Pawlet History
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Table of Contents

The Pawlet Community Study (1890-1990)
Historical Photographs (1890-1950)
Neil Rappaport's Early Work (1970-1980)
The Pawlet Visual Census and Oral History Project (1980-1990)
Database for Pawlet Community Study
Photographic Album for Pawlet Community Study

The Pawlet Community Study (1890-1990) [top]

The Pawlet Community Study (1890-1990) provides a way to explore and learn about a small town in Vermont through photographs of the place and its people individuals, families and groups at work and in their daily lives. The photographs and supporting documentation are augmented by recorded conversations with older and younger townspeople that collectively create the dynamic voice of constant change, central in all community life over time.

The late Neil Rappaport and two women, who worked in the town before him, Nellie Bushee and Ella Clark, made the photographs. Susanne Rappaport, Neil's fieldwork partner and collaborator, conducted the recorded oral interviews over several years. The web version of the Pawlet Community Study has been developed from the original electronic publication produced by Neil Rappaport. A copy of this CD and other materials from the work of the Rappaports, both photographic prints and interview tapes, have been donated to The Vermont Folklife Center and will be made available to interested researchers.

Historical Photographs (1890-1950) [top]

In all his work in Pawlet, Neil Rappaport was influenced and inspired by the photographs of Nellie Bushee (1862-1947) and Ella Clark (1893-1980). All three photographers made a significant contribution to the visual record of the community. The historical images add to the more recent ones and help put the present-day images in a larger and more meaningful context; an unusual one hundred years' photographic continuum in a single small town.

Neil was aware of Ella Clark's work first because her photo postcards were sold in local stores. He always said that Ella opened the door for him when he was the new young photographer in the town; people in Pawlet were used to being photographed. Ella always had a camera and tripod in the car wherever she went and she went everywhere in the town making pictures. She was often high up on a hill looking down on the town or covering an expansive view with Haystack Mountain or the Mettawee River as a focal point. She also photographed all the major events, activities and special occasions in the town during her active years (1910-1950). Ella most likely learned to use a camera from Nellie Bushee.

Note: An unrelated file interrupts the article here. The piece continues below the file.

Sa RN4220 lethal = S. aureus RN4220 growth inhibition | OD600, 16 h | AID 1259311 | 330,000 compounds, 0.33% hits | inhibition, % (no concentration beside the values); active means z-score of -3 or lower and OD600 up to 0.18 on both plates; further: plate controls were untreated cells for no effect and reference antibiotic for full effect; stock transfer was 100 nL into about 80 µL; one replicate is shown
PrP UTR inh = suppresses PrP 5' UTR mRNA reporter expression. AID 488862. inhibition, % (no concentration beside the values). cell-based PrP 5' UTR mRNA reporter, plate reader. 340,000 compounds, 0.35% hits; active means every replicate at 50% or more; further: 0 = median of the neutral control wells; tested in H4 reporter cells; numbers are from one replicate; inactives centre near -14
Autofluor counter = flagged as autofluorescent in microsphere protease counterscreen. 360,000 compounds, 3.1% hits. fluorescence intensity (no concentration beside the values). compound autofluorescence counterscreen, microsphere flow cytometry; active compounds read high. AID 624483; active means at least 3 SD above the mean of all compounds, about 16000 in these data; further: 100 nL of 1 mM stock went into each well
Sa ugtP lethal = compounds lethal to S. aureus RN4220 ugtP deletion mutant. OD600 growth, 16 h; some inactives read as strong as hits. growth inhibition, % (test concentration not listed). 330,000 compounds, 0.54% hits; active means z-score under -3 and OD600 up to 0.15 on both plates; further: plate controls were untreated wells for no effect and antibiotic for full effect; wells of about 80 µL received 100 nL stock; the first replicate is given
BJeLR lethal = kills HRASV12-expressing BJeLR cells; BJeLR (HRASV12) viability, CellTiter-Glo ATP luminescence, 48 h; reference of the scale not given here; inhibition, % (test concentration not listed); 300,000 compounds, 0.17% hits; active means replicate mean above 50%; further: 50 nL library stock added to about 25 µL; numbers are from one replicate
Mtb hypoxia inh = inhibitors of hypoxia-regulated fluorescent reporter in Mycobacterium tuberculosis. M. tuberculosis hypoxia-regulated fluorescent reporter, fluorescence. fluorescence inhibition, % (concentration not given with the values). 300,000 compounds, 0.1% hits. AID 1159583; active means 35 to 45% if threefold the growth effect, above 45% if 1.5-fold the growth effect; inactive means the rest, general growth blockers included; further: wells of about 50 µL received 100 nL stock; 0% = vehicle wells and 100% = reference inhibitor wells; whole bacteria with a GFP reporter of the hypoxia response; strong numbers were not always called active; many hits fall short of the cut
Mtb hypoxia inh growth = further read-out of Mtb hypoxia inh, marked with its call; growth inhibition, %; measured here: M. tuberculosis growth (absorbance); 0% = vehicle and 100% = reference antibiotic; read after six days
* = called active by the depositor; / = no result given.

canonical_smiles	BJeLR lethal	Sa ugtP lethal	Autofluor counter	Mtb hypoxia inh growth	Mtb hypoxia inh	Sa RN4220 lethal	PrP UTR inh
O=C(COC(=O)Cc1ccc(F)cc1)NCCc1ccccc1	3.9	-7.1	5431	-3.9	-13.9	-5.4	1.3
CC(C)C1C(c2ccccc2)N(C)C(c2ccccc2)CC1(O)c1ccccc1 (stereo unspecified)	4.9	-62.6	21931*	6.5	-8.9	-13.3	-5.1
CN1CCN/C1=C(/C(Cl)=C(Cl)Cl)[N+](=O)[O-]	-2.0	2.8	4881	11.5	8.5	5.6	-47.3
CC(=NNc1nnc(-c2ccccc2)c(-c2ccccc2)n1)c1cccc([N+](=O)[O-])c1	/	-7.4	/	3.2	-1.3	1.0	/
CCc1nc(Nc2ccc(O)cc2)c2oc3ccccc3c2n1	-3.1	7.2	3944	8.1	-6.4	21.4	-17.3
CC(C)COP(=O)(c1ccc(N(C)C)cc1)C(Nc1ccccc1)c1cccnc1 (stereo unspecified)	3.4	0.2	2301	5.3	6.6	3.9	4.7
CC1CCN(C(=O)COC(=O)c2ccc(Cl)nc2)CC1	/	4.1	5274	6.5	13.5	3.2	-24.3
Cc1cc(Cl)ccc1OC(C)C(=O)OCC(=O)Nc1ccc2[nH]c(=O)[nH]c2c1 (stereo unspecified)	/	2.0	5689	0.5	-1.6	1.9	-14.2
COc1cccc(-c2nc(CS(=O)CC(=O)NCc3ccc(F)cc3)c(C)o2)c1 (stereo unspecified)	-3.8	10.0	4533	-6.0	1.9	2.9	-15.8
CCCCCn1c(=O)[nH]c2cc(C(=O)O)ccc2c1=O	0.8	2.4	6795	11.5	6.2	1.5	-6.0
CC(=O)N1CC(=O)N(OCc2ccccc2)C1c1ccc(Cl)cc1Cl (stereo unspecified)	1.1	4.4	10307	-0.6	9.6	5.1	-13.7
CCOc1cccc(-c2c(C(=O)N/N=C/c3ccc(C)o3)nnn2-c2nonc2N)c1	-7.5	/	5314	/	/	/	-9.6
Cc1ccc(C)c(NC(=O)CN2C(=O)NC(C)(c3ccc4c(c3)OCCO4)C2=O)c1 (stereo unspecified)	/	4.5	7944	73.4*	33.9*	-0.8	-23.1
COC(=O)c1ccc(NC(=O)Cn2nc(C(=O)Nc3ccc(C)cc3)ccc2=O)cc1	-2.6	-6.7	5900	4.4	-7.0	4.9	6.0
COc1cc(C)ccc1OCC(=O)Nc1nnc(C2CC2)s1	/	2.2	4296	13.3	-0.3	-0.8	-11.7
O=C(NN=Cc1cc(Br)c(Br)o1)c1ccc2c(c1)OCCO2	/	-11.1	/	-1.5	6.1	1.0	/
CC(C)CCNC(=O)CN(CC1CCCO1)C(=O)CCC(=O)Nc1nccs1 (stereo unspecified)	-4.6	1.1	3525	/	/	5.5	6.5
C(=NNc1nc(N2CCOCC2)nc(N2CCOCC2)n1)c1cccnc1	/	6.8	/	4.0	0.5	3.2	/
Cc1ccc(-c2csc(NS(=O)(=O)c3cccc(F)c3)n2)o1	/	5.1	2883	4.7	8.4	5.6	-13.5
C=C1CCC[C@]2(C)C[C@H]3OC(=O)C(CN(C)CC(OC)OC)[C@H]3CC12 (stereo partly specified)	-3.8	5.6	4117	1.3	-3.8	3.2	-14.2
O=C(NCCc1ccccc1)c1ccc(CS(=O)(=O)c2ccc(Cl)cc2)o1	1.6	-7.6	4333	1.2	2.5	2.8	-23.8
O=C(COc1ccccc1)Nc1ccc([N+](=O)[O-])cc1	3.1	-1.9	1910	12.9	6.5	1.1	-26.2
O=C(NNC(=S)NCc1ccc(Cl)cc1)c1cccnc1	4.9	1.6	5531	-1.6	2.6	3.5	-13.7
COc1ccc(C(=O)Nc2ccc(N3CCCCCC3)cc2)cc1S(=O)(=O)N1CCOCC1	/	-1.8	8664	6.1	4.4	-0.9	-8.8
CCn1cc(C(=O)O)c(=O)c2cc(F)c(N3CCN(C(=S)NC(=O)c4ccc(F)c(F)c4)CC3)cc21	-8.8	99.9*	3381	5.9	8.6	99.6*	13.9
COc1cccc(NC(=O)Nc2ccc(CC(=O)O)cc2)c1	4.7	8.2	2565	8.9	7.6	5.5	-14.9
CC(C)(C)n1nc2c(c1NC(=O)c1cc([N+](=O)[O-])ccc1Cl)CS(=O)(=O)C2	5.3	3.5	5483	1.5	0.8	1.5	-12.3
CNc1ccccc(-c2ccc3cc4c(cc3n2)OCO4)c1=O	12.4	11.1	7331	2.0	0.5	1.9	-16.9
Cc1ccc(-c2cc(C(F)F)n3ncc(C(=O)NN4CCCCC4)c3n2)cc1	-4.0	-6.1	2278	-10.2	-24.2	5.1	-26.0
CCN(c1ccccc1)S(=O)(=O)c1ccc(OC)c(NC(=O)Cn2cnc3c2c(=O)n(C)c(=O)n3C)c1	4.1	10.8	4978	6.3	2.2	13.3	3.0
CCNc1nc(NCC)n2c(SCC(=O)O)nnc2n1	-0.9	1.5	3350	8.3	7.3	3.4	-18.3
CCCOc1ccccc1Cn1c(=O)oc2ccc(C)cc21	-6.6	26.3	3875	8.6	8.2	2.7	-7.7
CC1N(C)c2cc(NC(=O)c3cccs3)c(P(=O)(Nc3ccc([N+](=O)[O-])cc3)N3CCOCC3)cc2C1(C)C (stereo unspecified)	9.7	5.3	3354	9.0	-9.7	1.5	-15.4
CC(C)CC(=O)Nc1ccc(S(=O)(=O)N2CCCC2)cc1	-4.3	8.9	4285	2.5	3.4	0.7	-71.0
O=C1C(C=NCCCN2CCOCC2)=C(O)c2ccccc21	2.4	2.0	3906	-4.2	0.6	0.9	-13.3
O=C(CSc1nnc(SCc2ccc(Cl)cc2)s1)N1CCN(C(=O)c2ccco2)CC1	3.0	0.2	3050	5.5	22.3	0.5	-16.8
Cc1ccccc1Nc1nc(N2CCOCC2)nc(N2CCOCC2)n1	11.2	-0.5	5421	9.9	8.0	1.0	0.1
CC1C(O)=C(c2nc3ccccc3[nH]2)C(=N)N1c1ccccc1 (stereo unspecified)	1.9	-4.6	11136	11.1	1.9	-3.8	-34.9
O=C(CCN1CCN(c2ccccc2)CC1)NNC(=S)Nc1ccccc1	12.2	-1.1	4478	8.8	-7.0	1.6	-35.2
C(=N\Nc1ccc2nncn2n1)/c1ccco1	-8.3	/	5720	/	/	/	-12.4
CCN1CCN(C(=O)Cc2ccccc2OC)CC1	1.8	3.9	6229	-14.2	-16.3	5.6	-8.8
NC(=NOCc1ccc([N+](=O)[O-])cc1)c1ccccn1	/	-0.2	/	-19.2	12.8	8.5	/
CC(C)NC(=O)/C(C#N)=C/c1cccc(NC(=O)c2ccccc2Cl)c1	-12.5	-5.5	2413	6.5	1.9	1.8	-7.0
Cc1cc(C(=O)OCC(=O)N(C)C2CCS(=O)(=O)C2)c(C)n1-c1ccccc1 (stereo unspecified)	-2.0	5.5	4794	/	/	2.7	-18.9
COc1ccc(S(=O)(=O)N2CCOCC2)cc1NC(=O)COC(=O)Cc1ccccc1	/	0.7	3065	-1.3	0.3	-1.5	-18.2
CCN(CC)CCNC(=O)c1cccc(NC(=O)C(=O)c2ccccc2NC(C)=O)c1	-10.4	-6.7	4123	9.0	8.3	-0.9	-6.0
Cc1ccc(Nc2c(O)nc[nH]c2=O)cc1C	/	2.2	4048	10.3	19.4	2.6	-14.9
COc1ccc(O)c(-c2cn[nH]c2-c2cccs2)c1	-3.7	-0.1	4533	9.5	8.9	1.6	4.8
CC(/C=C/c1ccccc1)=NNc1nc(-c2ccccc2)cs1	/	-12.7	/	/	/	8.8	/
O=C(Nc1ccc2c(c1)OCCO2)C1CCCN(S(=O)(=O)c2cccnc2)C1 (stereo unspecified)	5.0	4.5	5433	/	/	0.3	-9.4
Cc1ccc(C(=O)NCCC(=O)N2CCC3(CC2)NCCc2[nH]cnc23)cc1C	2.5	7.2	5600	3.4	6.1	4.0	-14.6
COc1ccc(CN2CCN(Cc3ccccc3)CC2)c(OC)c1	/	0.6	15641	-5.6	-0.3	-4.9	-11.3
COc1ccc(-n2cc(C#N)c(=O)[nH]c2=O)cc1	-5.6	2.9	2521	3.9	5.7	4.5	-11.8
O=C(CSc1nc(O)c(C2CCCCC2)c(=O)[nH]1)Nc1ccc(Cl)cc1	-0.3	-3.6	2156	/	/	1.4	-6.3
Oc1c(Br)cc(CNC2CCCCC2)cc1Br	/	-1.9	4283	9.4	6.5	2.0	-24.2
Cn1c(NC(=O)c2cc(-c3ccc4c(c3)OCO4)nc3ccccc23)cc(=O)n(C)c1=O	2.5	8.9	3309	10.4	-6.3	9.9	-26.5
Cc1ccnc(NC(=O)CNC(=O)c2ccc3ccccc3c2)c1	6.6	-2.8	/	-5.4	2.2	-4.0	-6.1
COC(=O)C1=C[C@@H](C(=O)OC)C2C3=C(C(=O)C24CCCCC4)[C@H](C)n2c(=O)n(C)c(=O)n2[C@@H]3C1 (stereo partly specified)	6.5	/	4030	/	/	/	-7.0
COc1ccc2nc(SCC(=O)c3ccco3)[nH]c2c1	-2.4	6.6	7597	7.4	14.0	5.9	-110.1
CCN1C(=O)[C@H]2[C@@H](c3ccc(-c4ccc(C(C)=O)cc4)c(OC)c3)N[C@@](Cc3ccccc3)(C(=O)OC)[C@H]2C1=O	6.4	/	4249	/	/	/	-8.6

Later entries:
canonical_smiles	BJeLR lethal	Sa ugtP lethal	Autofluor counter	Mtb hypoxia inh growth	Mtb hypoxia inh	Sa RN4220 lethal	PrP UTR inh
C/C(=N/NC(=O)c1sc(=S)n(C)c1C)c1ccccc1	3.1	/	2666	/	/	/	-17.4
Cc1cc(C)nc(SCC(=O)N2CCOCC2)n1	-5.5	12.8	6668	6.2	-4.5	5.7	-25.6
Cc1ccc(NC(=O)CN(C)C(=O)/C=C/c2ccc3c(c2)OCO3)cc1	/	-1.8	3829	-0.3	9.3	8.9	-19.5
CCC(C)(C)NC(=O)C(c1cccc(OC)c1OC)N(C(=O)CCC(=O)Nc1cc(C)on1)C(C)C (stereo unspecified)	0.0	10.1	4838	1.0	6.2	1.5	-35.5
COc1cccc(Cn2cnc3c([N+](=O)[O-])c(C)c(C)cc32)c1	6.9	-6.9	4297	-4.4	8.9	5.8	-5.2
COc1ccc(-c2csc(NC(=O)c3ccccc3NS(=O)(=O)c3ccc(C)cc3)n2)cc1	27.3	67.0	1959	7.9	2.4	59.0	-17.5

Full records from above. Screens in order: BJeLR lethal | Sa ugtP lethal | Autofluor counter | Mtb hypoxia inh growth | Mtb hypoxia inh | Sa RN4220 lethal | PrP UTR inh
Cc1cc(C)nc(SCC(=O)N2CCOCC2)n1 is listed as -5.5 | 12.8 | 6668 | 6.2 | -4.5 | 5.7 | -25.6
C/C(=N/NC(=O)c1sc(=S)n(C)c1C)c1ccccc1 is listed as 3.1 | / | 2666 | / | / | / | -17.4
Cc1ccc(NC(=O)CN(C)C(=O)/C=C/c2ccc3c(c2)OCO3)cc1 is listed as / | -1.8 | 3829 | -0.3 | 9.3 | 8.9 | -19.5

Nellie Bushee was a native of Pawlet. She became town clerk after her father in 1911 and remained in that position until 1930. She began taking pictures around 1895 and continued until at least 1910. She left approximately three hundred glass-plate negatives in Ella's care. Nellie worked in private environments making photographs of her family and close friends. It is difficult to say how much she might have known about the larger world of photography, but she had an unusually sophisticated understanding of the medium and was a talented portrait photographer.

Neil Rappaport's Early Work (1970-1980) [top]

For the first ten years Neil Rappaport lived in Pawlet, he concentrated on photographing the work and social environments of his neighbors. "Through extended study of people and places listening as much as looking, and returning daily or weekly, usually over months and sometimes years he achieved a familiarity that yielded visual biographies and narratives as rich in detail and ambience as in empathy and human truth." (Meg Ostrum, text for exhibition "In Place: The Photographs of Neil Rappaport") This work began at the old Evans Brothers slate quarry in West Pawlet. Neil was there for two years and the resulting photographs will always be considered some of his finest even though he was just starting out in the field. Throughout his career he returned off and on to the quarry environment both in Vermont and across the border in New York State. It was at the Evans quarry that he met Vince Covino for the first time. "I formed a lifelong friendship with that lone rockman who taught me what it was to be a worker who cared passionately about his work." (Neil Rappaport)

From there he moved to making portraits of the denizens of the local general store at Butternut-Bend, owned by George and Leora Clark. And then he created an extended portrait of an eighty-five year old neighbor, John Scott, whom he had met at the store. John lived just a short way down the road from the tenant house that the Rappaports rented from the Baker family, another family who would be photographed by him throughout his almost thirty years in the town. Neil photographed at Ed Connors's garage, a central gathering place, and at Rogers Farm, chronicling the activities of the farm through the seasons of an entire year. He later photographed at two other farms, one in the southern part of the town, owned by Tim and Dot Leach, and one to the west, owned by Chester and Lenora Clark and rented by the Lewis family. During 1977 and 1978 the chronicles expanded to include the daily life of a coon-hunter and trapper, Floyd Troumbley, and an older couple, Lonnie and Etta Loveland moving toward the end of their lives.